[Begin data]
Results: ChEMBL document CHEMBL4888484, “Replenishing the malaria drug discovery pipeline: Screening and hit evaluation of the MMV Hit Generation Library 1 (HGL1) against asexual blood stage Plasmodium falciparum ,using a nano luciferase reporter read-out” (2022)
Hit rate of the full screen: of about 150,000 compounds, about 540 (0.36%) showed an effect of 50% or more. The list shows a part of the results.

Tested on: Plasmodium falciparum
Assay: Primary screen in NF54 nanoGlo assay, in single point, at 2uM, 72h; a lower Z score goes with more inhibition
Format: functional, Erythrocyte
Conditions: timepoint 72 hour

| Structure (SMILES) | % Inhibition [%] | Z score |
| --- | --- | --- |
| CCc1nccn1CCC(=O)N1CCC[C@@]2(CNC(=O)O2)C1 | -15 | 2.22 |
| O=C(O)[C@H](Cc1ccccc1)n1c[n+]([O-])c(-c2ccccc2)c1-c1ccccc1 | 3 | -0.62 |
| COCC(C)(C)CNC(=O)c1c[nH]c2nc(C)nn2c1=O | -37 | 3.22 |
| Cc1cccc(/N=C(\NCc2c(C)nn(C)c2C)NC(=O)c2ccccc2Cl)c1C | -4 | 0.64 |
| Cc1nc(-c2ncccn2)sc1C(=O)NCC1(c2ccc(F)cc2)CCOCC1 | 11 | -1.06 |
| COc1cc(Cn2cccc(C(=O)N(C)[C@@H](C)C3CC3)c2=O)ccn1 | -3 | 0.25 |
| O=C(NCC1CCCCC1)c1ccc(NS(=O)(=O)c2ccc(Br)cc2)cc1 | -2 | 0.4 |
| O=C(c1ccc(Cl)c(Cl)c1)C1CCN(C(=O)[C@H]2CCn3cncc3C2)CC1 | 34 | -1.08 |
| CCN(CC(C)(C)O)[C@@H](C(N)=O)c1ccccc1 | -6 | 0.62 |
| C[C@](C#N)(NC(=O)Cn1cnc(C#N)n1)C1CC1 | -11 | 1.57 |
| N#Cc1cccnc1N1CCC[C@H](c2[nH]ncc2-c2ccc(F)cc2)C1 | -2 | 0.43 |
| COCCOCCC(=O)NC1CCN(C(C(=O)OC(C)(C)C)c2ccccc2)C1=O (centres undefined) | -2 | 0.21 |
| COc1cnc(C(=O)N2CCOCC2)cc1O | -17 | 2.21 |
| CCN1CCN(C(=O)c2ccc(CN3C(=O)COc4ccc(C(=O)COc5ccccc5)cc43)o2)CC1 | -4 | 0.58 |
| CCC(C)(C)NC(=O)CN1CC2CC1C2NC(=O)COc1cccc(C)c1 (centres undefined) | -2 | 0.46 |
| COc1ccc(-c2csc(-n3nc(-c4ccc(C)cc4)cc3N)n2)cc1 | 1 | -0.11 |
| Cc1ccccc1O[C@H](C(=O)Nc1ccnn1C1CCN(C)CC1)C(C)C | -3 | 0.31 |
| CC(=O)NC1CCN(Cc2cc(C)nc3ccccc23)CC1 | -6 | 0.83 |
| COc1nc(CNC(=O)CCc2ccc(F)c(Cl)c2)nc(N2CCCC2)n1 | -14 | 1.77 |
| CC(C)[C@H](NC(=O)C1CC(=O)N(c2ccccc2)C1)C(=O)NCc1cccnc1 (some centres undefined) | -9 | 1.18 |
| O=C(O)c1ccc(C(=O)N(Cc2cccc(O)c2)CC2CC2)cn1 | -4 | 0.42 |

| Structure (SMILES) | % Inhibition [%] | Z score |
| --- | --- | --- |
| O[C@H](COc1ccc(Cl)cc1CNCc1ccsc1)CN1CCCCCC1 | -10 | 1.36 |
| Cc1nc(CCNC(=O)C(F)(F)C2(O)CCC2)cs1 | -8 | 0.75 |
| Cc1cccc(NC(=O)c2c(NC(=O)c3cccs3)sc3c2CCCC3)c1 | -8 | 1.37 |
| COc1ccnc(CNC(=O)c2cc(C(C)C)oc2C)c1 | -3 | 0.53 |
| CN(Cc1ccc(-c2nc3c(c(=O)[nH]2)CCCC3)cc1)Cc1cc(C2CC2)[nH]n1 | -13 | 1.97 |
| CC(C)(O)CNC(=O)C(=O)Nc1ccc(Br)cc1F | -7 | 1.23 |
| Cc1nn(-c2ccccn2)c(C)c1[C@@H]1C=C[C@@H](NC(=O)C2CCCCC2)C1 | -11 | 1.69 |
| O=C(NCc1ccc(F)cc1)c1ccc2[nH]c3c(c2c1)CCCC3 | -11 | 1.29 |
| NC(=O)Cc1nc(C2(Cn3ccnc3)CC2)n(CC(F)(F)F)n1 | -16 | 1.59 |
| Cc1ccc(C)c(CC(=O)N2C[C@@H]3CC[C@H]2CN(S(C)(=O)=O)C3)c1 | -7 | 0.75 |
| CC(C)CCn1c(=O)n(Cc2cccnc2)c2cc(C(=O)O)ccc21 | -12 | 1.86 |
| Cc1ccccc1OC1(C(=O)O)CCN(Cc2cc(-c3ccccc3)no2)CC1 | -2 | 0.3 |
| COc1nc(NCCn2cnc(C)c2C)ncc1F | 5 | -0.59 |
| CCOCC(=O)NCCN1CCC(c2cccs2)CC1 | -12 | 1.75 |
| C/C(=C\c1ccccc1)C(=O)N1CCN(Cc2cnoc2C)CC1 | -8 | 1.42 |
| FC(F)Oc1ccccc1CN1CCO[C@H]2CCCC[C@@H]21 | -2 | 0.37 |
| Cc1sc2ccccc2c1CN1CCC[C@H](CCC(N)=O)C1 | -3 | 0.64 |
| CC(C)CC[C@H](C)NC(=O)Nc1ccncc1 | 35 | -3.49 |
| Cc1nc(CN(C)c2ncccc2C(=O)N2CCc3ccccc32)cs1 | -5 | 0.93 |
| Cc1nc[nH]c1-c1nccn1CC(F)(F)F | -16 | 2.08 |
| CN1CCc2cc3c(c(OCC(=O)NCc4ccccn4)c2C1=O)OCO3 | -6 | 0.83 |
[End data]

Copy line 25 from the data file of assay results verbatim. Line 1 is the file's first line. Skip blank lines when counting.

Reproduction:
| Cc1ccccc1O[C@H](C(=O)Nc1ccnn1C1CCN(C)CC1)C(C)C | -3 | 0.31 |